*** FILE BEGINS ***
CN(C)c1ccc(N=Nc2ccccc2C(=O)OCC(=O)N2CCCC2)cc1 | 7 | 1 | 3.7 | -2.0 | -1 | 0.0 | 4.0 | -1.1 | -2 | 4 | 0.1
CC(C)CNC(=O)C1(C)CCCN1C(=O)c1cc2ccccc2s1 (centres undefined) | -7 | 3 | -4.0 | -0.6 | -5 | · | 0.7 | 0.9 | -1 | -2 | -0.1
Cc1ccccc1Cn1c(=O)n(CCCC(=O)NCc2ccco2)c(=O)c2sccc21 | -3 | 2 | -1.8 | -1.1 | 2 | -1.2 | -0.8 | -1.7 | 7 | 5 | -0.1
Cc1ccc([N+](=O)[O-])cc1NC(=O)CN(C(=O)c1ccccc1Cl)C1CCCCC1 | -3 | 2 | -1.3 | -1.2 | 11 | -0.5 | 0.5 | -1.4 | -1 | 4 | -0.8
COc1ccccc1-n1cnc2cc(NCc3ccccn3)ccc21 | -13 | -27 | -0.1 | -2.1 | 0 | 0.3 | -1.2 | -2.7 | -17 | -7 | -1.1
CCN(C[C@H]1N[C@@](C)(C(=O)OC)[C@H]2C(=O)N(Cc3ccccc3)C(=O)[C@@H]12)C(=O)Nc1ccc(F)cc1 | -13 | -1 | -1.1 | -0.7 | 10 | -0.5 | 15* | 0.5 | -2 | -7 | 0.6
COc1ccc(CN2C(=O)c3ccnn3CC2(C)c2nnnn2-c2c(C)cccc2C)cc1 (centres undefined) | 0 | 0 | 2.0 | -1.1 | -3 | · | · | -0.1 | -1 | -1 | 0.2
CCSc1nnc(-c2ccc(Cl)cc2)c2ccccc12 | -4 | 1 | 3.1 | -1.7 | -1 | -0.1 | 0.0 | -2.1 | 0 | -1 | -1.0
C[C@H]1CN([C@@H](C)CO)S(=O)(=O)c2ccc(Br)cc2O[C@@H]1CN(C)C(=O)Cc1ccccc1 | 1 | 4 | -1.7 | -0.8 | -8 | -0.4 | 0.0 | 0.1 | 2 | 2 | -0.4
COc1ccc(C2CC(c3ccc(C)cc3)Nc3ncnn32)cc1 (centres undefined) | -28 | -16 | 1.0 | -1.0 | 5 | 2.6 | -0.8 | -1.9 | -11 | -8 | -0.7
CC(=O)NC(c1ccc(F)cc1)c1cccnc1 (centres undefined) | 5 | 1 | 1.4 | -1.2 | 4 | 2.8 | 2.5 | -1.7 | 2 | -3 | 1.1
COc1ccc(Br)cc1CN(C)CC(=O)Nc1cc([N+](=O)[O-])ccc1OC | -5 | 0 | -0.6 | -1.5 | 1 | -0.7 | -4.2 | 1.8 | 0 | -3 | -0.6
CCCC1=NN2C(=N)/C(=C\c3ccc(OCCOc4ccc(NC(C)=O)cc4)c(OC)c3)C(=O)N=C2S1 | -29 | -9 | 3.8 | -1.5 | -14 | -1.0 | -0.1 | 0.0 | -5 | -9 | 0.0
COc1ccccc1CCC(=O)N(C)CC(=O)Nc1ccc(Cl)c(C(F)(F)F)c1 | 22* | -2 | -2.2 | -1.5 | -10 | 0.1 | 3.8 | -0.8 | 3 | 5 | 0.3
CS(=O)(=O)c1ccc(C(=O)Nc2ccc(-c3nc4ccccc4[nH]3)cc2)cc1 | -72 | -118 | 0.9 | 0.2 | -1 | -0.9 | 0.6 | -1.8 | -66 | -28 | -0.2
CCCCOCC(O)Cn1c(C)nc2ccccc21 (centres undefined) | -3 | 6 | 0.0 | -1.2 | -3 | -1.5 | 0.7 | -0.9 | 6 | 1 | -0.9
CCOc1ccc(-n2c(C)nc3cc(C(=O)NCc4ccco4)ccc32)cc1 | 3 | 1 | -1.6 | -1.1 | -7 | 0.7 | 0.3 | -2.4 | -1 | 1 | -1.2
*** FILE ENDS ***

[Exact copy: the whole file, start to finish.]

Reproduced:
CN(C)c1ccc(N=Nc2ccccc2C(=O)OCC(=O)N2CCCC2)cc1 | 7 | 1 | 3.7 | -2.0 | -1 | 0.0 | 4.0 | -1.1 | -2 | 4 | 0.1
CC(C)CNC(=O)C1(C)CCCN1C(=O)c1cc2ccccc2s1 (centres undefined) | -7 | 3 | -4.0 | -0.6 | -5 | · | 0.7 | 0.9 | -1 | -2 | -0.1
Cc1ccccc1Cn1c(=O)n(CCCC(=O)NCc2ccco2)c(=O)c2sccc21 | -3 | 2 | -1.8 | -1.1 | 2 | -1.2 | -0.8 | -1.7 | 7 | 5 | -0.1
Cc1ccc([N+](=O)[O-])cc1NC(=O)CN(C(=O)c1ccccc1Cl)C1CCCCC1 | -3 | 2 | -1.3 | -1.2 | 11 | -0.5 | 0.5 | -1.4 | -1 | 4 | -0.8
COc1ccccc1-n1cnc2cc(NCc3ccccn3)ccc21 | -13 | -27 | -0.1 | -2.1 | 0 | 0.3 | -1.2 | -2.7 | -17 | -7 | -1.1
CCN(C[C@H]1N[C@@](C)(C(=O)OC)[C@H]2C(=O)N(Cc3ccccc3)C(=O)[C@@H]12)C(=O)Nc1ccc(F)cc1 | -13 | -1 | -1.1 | -0.7 | 10 | -0.5 | 15* | 0.5 | -2 | -7 | 0.6
COc1ccc(CN2C(=O)c3ccnn3CC2(C)c2nnnn2-c2c(C)cccc2C)cc1 (centres undefined) | 0 | 0 | 2.0 | -1.1 | -3 | · | · | -0.1 | -1 | -1 | 0.2
CCSc1nnc(-c2ccc(Cl)cc2)c2ccccc12 | -4 | 1 | 3.1 | -1.7 | -1 | -0.1 | 0.0 | -2.1 | 0 | -1 | -1.0
C[C@H]1CN([C@@H](C)CO)S(=O)(=O)c2ccc(Br)cc2O[C@@H]1CN(C)C(=O)Cc1ccccc1 | 1 | 4 | -1.7 | -0.8 | -8 | -0.4 | 0.0 | 0.1 | 2 | 2 | -0.4
COc1ccc(C2CC(c3ccc(C)cc3)Nc3ncnn32)cc1 (centres undefined) | -28 | -16 | 1.0 | -1.0 | 5 | 2.6 | -0.8 | -1.9 | -11 | -8 | -0.7
CC(=O)NC(c1ccc(F)cc1)c1cccnc1 (centres undefined) | 5 | 1 | 1.4 | -1.2 | 4 | 2.8 | 2.5 | -1.7 | 2 | -3 | 1.1
COc1ccc(Br)cc1CN(C)CC(=O)Nc1cc([N+](=O)[O-])ccc1OC | -5 | 0 | -0.6 | -1.5 | 1 | -0.7 | -4.2 | 1.8 | 0 | -3 | -0.6
CCCC1=NN2C(=N)/C(=C\c3ccc(OCCOc4ccc(NC(C)=O)cc4)c(OC)c3)C(=O)N=C2S1 | -29 | -9 | 3.8 | -1.5 | -14 | -1.0 | -0.1 | 0.0 | -5 | -9 | 0.0
COc1ccccc1CCC(=O)N(C)CC(=O)Nc1ccc(Cl)c(C(F)(F)F)c1 | 22* | -2 | -2.2 | -1.5 | -10 | 0.1 | 3.8 | -0.8 | 3 | 5 | 0.3
CS(=O)(=O)c1ccc(C(=O)Nc2ccc(-c3nc4ccccc4[nH]3)cc2)cc1 | -72 | -118 | 0.9 | 0.2 | -1 | -0.9 | 0.6 | -1.8 | -66 | -28 | -0.2
CCCCOCC(O)Cn1c(C)nc2ccccc21 (centres undefined) | -3 | 6 | 0.0 | -1.2 | -3 | -1.5 | 0.7 | -0.9 | 6 | 1 | -0.9
CCOc1ccc(-n2c(C)nc3cc(C(=O)NCc4ccco4)ccc32)cc1 | 3 | 1 | -1.6 | -1.1 | -7 | 0.7 | 0.3 | -2.4 | -1 | 1 | -1.2